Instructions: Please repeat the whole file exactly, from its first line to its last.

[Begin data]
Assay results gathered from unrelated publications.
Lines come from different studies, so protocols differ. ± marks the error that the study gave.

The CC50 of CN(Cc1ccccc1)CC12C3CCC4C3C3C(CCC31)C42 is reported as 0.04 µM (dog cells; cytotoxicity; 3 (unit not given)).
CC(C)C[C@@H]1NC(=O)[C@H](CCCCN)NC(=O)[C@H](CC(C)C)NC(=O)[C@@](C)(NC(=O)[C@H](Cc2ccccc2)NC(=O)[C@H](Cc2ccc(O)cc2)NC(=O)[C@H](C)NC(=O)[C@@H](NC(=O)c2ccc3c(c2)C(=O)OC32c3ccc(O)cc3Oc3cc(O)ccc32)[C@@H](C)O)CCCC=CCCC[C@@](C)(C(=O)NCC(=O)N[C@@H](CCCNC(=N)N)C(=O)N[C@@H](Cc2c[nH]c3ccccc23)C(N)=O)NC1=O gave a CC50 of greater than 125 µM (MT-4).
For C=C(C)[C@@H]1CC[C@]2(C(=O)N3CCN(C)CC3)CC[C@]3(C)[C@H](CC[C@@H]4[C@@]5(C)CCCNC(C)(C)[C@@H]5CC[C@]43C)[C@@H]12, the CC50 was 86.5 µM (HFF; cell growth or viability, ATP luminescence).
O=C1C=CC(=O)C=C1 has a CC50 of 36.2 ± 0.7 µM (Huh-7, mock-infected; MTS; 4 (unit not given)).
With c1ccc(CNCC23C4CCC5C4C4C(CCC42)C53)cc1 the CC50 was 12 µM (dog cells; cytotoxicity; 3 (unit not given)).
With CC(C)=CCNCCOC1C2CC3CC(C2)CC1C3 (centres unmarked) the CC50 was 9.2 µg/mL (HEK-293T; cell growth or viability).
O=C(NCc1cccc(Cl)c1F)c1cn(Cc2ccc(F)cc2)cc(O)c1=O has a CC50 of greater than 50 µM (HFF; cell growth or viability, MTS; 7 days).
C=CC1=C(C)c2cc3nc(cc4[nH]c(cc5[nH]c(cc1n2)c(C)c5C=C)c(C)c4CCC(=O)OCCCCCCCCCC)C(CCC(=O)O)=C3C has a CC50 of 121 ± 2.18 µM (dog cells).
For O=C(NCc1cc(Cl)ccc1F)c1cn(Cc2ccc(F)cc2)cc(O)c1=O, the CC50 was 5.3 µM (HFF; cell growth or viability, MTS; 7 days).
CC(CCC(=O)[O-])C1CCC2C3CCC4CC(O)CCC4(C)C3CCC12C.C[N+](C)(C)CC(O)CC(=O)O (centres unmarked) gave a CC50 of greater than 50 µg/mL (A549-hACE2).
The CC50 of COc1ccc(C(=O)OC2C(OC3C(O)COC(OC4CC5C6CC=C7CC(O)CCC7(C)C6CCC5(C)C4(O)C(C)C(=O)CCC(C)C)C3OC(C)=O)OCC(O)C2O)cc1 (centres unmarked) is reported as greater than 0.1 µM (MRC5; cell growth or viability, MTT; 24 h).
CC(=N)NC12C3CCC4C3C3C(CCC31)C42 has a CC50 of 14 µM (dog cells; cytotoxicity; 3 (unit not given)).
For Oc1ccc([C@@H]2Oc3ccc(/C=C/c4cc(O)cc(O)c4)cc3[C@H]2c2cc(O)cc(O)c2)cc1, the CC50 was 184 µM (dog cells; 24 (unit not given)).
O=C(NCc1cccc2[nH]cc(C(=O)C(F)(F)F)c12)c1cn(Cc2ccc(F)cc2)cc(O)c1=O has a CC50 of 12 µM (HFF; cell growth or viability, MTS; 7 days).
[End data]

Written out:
Assay results gathered from unrelated publications.
Lines come from different studies, so protocols differ. ± marks the error that the study gave.

The CC50 of CN(Cc1ccccc1)CC12C3CCC4C3C3C(CCC31)C42 is reported as 0.04 µM (dog cells; cytotoxicity; 3 (unit not given)).
CC(C)C[C@@H]1NC(=O)[C@H](CCCCN)NC(=O)[C@H](CC(C)C)NC(=O)[C@@](C)(NC(=O)[C@H](Cc2ccccc2)NC(=O)[C@H](Cc2ccc(O)cc2)NC(=O)[C@H](C)NC(=O)[C@@H](NC(=O)c2ccc3c(c2)C(=O)OC32c3ccc(O)cc3Oc3cc(O)ccc32)[C@@H](C)O)CCCC=CCCC[C@@](C)(C(=O)NCC(=O)N[C@@H](CCCNC(=N)N)C(=O)N[C@@H](Cc2c[nH]c3ccccc23)C(N)=O)NC1=O gave a CC50 of greater than 125 µM (MT-4).
For C=C(C)[C@@H]1CC[C@]2(C(=O)N3CCN(C)CC3)CC[C@]3(C)[C@H](CC[C@@H]4[C@@]5(C)CCCNC(C)(C)[C@@H]5CC[C@]43C)[C@@H]12, the CC50 was 86.5 µM (HFF; cell growth or viability, ATP luminescence).
O=C1C=CC(=O)C=C1 has a CC50 of 36.2 ± 0.7 µM (Huh-7, mock-infected; MTS; 4 (unit not given)).
With c1ccc(CNCC23C4CCC5C4C4C(CCC42)C53)cc1 the CC50 was 12 µM (dog cells; cytotoxicity; 3 (unit not given)).
With CC(C)=CCNCCOC1C2CC3CC(C2)CC1C3 (centres unmarked) the CC50 was 9.2 µg/mL (HEK-293T; cell growth or viability).
O=C(NCc1cccc(Cl)c1F)c1cn(Cc2ccc(F)cc2)cc(O)c1=O has a CC50 of greater than 50 µM (HFF; cell growth or viability, MTS; 7 days).
C=CC1=C(C)c2cc3nc(cc4[nH]c(cc5[nH]c(cc1n2)c(C)c5C=C)c(C)c4CCC(=O)OCCCCCCCCCC)C(CCC(=O)O)=C3C has a CC50 of 121 ± 2.18 µM (dog cells).
For O=C(NCc1cc(Cl)ccc1F)c1cn(Cc2ccc(F)cc2)cc(O)c1=O, the CC50 was 5.3 µM (HFF; cell growth or viability, MTS; 7 days).
CC(CCC(=O)[O-])C1CCC2C3CCC4CC(O)CCC4(C)C3CCC12C.C[N+](C)(C)CC(O)CC(=O)O (centres unmarked) gave a CC50 of greater than 50 µg/mL (A549-hACE2).
The CC50 of COc1ccc(C(=O)OC2C(OC3C(O)COC(OC4CC5C6CC=C7CC(O)CCC7(C)C6CCC5(C)C4(O)C(C)C(=O)CCC(C)C)C3OC(C)=O)OCC(O)C2O)cc1 (centres unmarked) is reported as greater than 0.1 µM (MRC5; cell growth or viability, MTT; 24 h).
CC(=N)NC12C3CCC4C3C3C(CCC31)C42 has a CC50 of 14 µM (dog cells; cytotoxicity; 3 (unit not given)).
For Oc1ccc([C@@H]2Oc3ccc(/C=C/c4cc(O)cc(O)c4)cc3[C@H]2c2cc(O)cc(O)c2)cc1, the CC50 was 184 µM (dog cells; 24 (unit not given)).
O=C(NCc1cccc2[nH]cc(C(=O)C(F)(F)F)c12)c1cn(Cc2ccc(F)cc2)cc(O)c1=O has a CC50 of 12 µM (HFF; cell growth or viability, MTS; 7 days).